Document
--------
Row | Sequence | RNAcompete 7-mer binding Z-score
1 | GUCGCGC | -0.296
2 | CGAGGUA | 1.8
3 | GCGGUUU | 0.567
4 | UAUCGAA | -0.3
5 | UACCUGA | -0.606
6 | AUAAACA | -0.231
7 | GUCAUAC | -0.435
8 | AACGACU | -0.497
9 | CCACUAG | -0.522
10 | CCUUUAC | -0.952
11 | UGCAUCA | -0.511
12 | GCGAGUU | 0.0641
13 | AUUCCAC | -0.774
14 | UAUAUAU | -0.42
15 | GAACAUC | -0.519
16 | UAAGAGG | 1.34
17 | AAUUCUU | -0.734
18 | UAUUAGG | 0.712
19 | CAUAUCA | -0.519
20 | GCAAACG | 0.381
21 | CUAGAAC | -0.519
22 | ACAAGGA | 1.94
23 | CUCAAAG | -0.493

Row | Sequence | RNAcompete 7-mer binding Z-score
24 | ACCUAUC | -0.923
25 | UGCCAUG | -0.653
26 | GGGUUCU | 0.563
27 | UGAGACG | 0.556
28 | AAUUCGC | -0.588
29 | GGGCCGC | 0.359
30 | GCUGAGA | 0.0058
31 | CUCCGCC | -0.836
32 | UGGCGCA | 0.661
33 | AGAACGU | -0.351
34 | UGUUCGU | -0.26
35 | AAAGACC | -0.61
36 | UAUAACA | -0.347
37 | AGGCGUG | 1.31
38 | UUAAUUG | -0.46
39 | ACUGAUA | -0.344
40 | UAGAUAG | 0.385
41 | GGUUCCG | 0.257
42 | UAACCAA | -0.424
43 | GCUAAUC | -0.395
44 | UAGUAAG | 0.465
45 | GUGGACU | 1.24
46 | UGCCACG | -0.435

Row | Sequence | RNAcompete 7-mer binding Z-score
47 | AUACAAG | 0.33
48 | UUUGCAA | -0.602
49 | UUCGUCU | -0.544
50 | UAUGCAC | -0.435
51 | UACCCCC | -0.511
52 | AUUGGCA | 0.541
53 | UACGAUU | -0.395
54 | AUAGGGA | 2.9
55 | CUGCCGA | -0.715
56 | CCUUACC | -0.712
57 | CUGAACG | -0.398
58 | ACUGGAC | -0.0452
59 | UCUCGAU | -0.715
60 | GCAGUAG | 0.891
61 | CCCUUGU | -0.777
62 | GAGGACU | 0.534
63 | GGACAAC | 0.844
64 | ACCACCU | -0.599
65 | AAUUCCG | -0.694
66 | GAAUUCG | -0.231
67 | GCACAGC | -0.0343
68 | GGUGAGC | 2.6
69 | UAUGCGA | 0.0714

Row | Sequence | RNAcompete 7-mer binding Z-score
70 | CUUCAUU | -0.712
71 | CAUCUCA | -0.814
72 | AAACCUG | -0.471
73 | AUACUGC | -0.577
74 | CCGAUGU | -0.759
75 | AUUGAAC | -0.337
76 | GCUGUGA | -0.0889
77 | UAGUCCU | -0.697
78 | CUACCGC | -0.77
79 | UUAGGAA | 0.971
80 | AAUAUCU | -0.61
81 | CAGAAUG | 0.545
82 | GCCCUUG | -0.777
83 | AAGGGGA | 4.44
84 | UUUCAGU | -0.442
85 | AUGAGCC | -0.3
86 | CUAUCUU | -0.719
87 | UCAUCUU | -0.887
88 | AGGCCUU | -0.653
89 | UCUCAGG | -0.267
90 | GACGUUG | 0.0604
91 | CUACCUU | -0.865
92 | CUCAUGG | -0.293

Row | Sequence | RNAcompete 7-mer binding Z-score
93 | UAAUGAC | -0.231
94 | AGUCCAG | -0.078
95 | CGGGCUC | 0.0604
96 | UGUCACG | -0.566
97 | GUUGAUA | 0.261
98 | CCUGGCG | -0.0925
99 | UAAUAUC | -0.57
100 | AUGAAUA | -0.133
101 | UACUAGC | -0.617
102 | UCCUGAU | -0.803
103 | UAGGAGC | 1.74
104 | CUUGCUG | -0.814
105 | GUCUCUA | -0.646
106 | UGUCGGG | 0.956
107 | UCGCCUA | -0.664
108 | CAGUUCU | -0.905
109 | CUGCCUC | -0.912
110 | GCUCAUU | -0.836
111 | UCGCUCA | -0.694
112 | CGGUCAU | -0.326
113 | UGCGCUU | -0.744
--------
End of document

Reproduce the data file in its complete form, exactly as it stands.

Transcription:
Row | Sequence | RNAcompete 7-mer binding Z-score
1 | GUCGCGC | -0.296
2 | CGAGGUA | 1.8
3 | GCGGUUU | 0.567
4 | UAUCGAA | -0.3
5 | UACCUGA | -0.606
6 | AUAAACA | -0.231
7 | GUCAUAC | -0.435
8 | AACGACU | -0.497
9 | CCACUAG | -0.522
10 | CCUUUAC | -0.952
11 | UGCAUCA | -0.511
12 | GCGAGUU | 0.0641
13 | AUUCCAC | -0.774
14 | UAUAUAU | -0.42
15 | GAACAUC | -0.519
16 | UAAGAGG | 1.34
17 | AAUUCUU | -0.734
18 | UAUUAGG | 0.712
19 | CAUAUCA | -0.519
20 | GCAAACG | 0.381
21 | CUAGAAC | -0.519
22 | ACAAGGA | 1.94
23 | CUCAAAG | -0.493

Row | Sequence | RNAcompete 7-mer binding Z-score
24 | ACCUAUC | -0.923
25 | UGCCAUG | -0.653
26 | GGGUUCU | 0.563
27 | UGAGACG | 0.556
28 | AAUUCGC | -0.588
29 | GGGCCGC | 0.359
30 | GCUGAGA | 0.0058
31 | CUCCGCC | -0.836
32 | UGGCGCA | 0.661
33 | AGAACGU | -0.351
34 | UGUUCGU | -0.26
35 | AAAGACC | -0.61
36 | UAUAACA | -0.347
37 | AGGCGUG | 1.31
38 | UUAAUUG | -0.46
39 | ACUGAUA | -0.344
40 | UAGAUAG | 0.385
41 | GGUUCCG | 0.257
42 | UAACCAA | -0.424
43 | GCUAAUC | -0.395
44 | UAGUAAG | 0.465
45 | GUGGACU | 1.24
46 | UGCCACG | -0.435

Row | Sequence | RNAcompete 7-mer binding Z-score
47 | AUACAAG | 0.33
48 | UUUGCAA | -0.602
49 | UUCGUCU | -0.544
50 | UAUGCAC | -0.435
51 | UACCCCC | -0.511
52 | AUUGGCA | 0.541
53 | UACGAUU | -0.395
54 | AUAGGGA | 2.9
55 | CUGCCGA | -0.715
56 | CCUUACC | -0.712
57 | CUGAACG | -0.398
58 | ACUGGAC | -0.0452
59 | UCUCGAU | -0.715
60 | GCAGUAG | 0.891
61 | CCCUUGU | -0.777
62 | GAGGACU | 0.534
63 | GGACAAC | 0.844
64 | ACCACCU | -0.599
65 | AAUUCCG | -0.694
66 | GAAUUCG | -0.231
67 | GCACAGC | -0.0343
68 | GGUGAGC | 2.6
69 | UAUGCGA | 0.0714

Row | Sequence | RNAcompete 7-mer binding Z-score
70 | CUUCAUU | -0.712
71 | CAUCUCA | -0.814
72 | AAACCUG | -0.471
73 | AUACUGC | -0.577
74 | CCGAUGU | -0.759
75 | AUUGAAC | -0.337
76 | GCUGUGA | -0.0889
77 | UAGUCCU | -0.697
78 | CUACCGC | -0.77
79 | UUAGGAA | 0.971
80 | AAUAUCU | -0.61
81 | CAGAAUG | 0.545
82 | GCCCUUG | -0.777
83 | AAGGGGA | 4.44
84 | UUUCAGU | -0.442
85 | AUGAGCC | -0.3
86 | CUAUCUU | -0.719
87 | UCAUCUU | -0.887
88 | AGGCCUU | -0.653
89 | UCUCAGG | -0.267
90 | GACGUUG | 0.0604
91 | CUACCUU | -0.865
92 | CUCAUGG | -0.293

Row | Sequence | RNAcompete 7-mer binding Z-score
93 | UAAUGAC | -0.231
94 | AGUCCAG | -0.078
95 | CGGGCUC | 0.0604
96 | UGUCACG | -0.566
97 | GUUGAUA | 0.261
98 | CCUGGCG | -0.0925
99 | UAAUAUC | -0.57
100 | AUGAAUA | -0.133
101 | UACUAGC | -0.617
102 | UCCUGAU | -0.803
103 | UAGGAGC | 1.74
104 | CUUGCUG | -0.814
105 | GUCUCUA | -0.646
106 | UGUCGGG | 0.956
107 | UCGCCUA | -0.664
108 | CAGUUCU | -0.905
109 | CUGCCUC | -0.912
110 | GCUCAUU | -0.836
111 | UCGCUCA | -0.694
112 | CGGUCAU | -0.326
113 | UGCGCUU | -0.744